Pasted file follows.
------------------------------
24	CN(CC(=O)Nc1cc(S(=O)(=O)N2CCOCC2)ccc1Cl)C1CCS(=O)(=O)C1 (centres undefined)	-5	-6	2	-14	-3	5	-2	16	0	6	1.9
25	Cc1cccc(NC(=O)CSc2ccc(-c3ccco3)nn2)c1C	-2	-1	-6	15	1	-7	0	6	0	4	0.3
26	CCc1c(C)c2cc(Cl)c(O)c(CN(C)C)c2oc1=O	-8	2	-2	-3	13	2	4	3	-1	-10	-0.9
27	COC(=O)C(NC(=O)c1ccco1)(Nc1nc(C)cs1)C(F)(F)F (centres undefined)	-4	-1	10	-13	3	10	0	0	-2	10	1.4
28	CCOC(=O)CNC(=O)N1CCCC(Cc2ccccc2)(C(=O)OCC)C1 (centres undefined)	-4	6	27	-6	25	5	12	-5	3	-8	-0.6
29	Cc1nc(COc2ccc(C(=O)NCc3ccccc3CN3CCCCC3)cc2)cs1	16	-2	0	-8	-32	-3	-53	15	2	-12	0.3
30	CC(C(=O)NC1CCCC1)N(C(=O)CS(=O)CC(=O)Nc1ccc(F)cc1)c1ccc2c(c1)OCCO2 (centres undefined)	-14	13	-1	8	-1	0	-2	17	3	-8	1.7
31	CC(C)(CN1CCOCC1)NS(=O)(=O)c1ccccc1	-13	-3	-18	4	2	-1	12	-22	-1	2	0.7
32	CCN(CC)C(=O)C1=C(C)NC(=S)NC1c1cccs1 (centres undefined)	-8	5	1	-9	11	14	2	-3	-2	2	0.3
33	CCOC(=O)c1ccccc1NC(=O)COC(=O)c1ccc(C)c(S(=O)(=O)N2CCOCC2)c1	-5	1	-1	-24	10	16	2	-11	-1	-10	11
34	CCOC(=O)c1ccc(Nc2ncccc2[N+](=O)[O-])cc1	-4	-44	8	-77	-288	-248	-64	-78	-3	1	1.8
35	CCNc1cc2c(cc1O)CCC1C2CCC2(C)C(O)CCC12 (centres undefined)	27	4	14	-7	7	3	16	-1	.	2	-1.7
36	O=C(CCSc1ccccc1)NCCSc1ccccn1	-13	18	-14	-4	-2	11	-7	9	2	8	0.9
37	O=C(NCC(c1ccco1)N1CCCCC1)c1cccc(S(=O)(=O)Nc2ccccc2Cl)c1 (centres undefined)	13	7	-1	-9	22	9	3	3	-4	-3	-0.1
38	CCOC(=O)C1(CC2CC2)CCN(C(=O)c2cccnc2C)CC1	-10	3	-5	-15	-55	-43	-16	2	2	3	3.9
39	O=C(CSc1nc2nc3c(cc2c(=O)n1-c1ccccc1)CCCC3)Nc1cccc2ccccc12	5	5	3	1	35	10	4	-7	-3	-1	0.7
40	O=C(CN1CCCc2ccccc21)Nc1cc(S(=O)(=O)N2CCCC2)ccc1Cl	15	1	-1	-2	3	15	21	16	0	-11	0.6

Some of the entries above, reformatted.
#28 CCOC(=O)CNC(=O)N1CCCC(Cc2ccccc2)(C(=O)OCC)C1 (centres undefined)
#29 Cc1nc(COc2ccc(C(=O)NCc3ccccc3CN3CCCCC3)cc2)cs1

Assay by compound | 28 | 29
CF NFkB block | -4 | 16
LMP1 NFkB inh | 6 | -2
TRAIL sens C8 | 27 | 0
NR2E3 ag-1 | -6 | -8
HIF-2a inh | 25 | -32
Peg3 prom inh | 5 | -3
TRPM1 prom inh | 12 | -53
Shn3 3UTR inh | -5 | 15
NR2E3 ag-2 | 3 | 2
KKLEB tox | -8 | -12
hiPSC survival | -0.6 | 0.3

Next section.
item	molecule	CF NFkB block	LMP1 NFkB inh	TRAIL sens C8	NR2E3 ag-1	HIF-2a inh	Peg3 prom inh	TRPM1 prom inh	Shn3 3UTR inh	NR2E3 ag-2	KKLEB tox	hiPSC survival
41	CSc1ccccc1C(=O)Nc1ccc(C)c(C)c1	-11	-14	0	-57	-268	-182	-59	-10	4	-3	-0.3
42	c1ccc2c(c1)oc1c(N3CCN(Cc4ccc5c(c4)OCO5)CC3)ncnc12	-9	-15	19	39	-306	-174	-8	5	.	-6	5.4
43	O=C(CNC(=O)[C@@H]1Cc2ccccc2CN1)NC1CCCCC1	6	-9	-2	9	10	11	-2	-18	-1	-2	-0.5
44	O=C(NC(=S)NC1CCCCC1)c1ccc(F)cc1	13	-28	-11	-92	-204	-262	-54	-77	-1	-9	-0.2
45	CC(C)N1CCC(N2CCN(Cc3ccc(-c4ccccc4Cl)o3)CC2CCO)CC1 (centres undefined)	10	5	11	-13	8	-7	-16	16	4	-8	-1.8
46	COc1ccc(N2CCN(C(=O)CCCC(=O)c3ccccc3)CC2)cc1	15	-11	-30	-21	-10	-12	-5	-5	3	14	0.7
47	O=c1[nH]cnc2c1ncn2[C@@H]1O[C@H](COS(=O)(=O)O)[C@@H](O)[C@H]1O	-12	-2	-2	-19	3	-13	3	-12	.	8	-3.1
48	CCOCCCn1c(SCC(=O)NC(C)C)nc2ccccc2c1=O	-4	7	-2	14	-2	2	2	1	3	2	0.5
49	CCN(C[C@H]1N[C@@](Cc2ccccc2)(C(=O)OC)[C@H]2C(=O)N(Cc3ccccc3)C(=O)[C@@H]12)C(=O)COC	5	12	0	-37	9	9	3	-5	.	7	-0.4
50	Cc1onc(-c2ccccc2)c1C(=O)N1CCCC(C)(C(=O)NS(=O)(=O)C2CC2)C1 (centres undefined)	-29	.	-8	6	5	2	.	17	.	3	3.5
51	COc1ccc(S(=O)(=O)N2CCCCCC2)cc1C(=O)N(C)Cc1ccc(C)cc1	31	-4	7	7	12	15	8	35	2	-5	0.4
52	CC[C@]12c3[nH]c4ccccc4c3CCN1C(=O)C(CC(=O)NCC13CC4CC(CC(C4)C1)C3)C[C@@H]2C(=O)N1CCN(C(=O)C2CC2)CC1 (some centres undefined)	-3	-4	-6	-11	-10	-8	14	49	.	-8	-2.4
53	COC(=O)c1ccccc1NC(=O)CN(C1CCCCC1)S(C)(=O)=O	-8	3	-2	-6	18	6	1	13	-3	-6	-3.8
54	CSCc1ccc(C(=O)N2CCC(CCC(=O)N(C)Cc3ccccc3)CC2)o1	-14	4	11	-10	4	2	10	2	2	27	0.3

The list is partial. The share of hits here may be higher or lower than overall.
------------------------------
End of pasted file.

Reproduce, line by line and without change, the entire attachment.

24	CN(CC(=O)Nc1cc(S(=O)(=O)N2CCOCC2)ccc1Cl)C1CCS(=O)(=O)C1 (centres undefined)	-5	-6	2	-14	-3	5	-2	16	0	6	1.9
25	Cc1cccc(NC(=O)CSc2ccc(-c3ccco3)nn2)c1C	-2	-1	-6	15	1	-7	0	6	0	4	0.3
26	CCc1c(C)c2cc(Cl)c(O)c(CN(C)C)c2oc1=O	-8	2	-2	-3	13	2	4	3	-1	-10	-0.9
27	COC(=O)C(NC(=O)c1ccco1)(Nc1nc(C)cs1)C(F)(F)F (centres undefined)	-4	-1	10	-13	3	10	0	0	-2	10	1.4
28	CCOC(=O)CNC(=O)N1CCCC(Cc2ccccc2)(C(=O)OCC)C1 (centres undefined)	-4	6	27	-6	25	5	12	-5	3	-8	-0.6
29	Cc1nc(COc2ccc(C(=O)NCc3ccccc3CN3CCCCC3)cc2)cs1	16	-2	0	-8	-32	-3	-53	15	2	-12	0.3
30	CC(C(=O)NC1CCCC1)N(C(=O)CS(=O)CC(=O)Nc1ccc(F)cc1)c1ccc2c(c1)OCCO2 (centres undefined)	-14	13	-1	8	-1	0	-2	17	3	-8	1.7
31	CC(C)(CN1CCOCC1)NS(=O)(=O)c1ccccc1	-13	-3	-18	4	2	-1	12	-22	-1	2	0.7
32	CCN(CC)C(=O)C1=C(C)NC(=S)NC1c1cccs1 (centres undefined)	-8	5	1	-9	11	14	2	-3	-2	2	0.3
33	CCOC(=O)c1ccccc1NC(=O)COC(=O)c1ccc(C)c(S(=O)(=O)N2CCOCC2)c1	-5	1	-1	-24	10	16	2	-11	-1	-10	11
34	CCOC(=O)c1ccc(Nc2ncccc2[N+](=O)[O-])cc1	-4	-44	8	-77	-288	-248	-64	-78	-3	1	1.8
35	CCNc1cc2c(cc1O)CCC1C2CCC2(C)C(O)CCC12 (centres undefined)	27	4	14	-7	7	3	16	-1	.	2	-1.7
36	O=C(CCSc1ccccc1)NCCSc1ccccn1	-13	18	-14	-4	-2	11	-7	9	2	8	0.9
37	O=C(NCC(c1ccco1)N1CCCCC1)c1cccc(S(=O)(=O)Nc2ccccc2Cl)c1 (centres undefined)	13	7	-1	-9	22	9	3	3	-4	-3	-0.1
38	CCOC(=O)C1(CC2CC2)CCN(C(=O)c2cccnc2C)CC1	-10	3	-5	-15	-55	-43	-16	2	2	3	3.9
39	O=C(CSc1nc2nc3c(cc2c(=O)n1-c1ccccc1)CCCC3)Nc1cccc2ccccc12	5	5	3	1	35	10	4	-7	-3	-1	0.7
40	O=C(CN1CCCc2ccccc21)Nc1cc(S(=O)(=O)N2CCCC2)ccc1Cl	15	1	-1	-2	3	15	21	16	0	-11	0.6

Some of the entries above, reformatted.
#28 CCOC(=O)CNC(=O)N1CCCC(Cc2ccccc2)(C(=O)OCC)C1 (centres undefined)
#29 Cc1nc(COc2ccc(C(=O)NCc3ccccc3CN3CCCCC3)cc2)cs1

Assay by compound | 28 | 29
CF NFkB block | -4 | 16
LMP1 NFkB inh | 6 | -2
TRAIL sens C8 | 27 | 0
NR2E3 ag-1 | -6 | -8
HIF-2a inh | 25 | -32
Peg3 prom inh | 5 | -3
TRPM1 prom inh | 12 | -53
Shn3 3UTR inh | -5 | 15
NR2E3 ag-2 | 3 | 2
KKLEB tox | -8 | -12
hiPSC survival | -0.6 | 0.3

Next section.
item	molecule	CF NFkB block	LMP1 NFkB inh	TRAIL sens C8	NR2E3 ag-1	HIF-2a inh	Peg3 prom inh	TRPM1 prom inh	Shn3 3UTR inh	NR2E3 ag-2	KKLEB tox	hiPSC survival
41	CSc1ccccc1C(=O)Nc1ccc(C)c(C)c1	-11	-14	0	-57	-268	-182	-59	-10	4	-3	-0.3
42	c1ccc2c(c1)oc1c(N3CCN(Cc4ccc5c(c4)OCO5)CC3)ncnc12	-9	-15	19	39	-306	-174	-8	5	.	-6	5.4
43	O=C(CNC(=O)[C@@H]1Cc2ccccc2CN1)NC1CCCCC1	6	-9	-2	9	10	11	-2	-18	-1	-2	-0.5
44	O=C(NC(=S)NC1CCCCC1)c1ccc(F)cc1	13	-28	-11	-92	-204	-262	-54	-77	-1	-9	-0.2
45	CC(C)N1CCC(N2CCN(Cc3ccc(-c4ccccc4Cl)o3)CC2CCO)CC1 (centres undefined)	10	5	11	-13	8	-7	-16	16	4	-8	-1.8
46	COc1ccc(N2CCN(C(=O)CCCC(=O)c3ccccc3)CC2)cc1	15	-11	-30	-21	-10	-12	-5	-5	3	14	0.7
47	O=c1[nH]cnc2c1ncn2[C@@H]1O[C@H](COS(=O)(=O)O)[C@@H](O)[C@H]1O	-12	-2	-2	-19	3	-13	3	-12	.	8	-3.1
48	CCOCCCn1c(SCC(=O)NC(C)C)nc2ccccc2c1=O	-4	7	-2	14	-2	2	2	1	3	2	0.5
49	CCN(C[C@H]1N[C@@](Cc2ccccc2)(C(=O)OC)[C@H]2C(=O)N(Cc3ccccc3)C(=O)[C@@H]12)C(=O)COC	5	12	0	-37	9	9	3	-5	.	7	-0.4
50	Cc1onc(-c2ccccc2)c1C(=O)N1CCCC(C)(C(=O)NS(=O)(=O)C2CC2)C1 (centres undefined)	-29	.	-8	6	5	2	.	17	.	3	3.5
51	COc1ccc(S(=O)(=O)N2CCCCCC2)cc1C(=O)N(C)Cc1ccc(C)cc1	31	-4	7	7	12	15	8	35	2	-5	0.4
52	CC[C@]12c3[nH]c4ccccc4c3CCN1C(=O)C(CC(=O)NCC13CC4CC(CC(C4)C1)C3)C[C@@H]2C(=O)N1CCN(C(=O)C2CC2)CC1 (some centres undefined)	-3	-4	-6	-11	-10	-8	14	49	.	-8	-2.4
53	COC(=O)c1ccccc1NC(=O)CN(C1CCCCC1)S(C)(=O)=O	-8	3	-2	-6	18	6	1	13	-3	-6	-3.8
54	CSCc1ccc(C(=O)N2CCC(CCC(=O)N(C)Cc3ccccc3)CC2)o1	-14	4	11	-10	4	2	10	2	2	27	0.3

The list is partial. The share of hits here may be higher or lower than overall.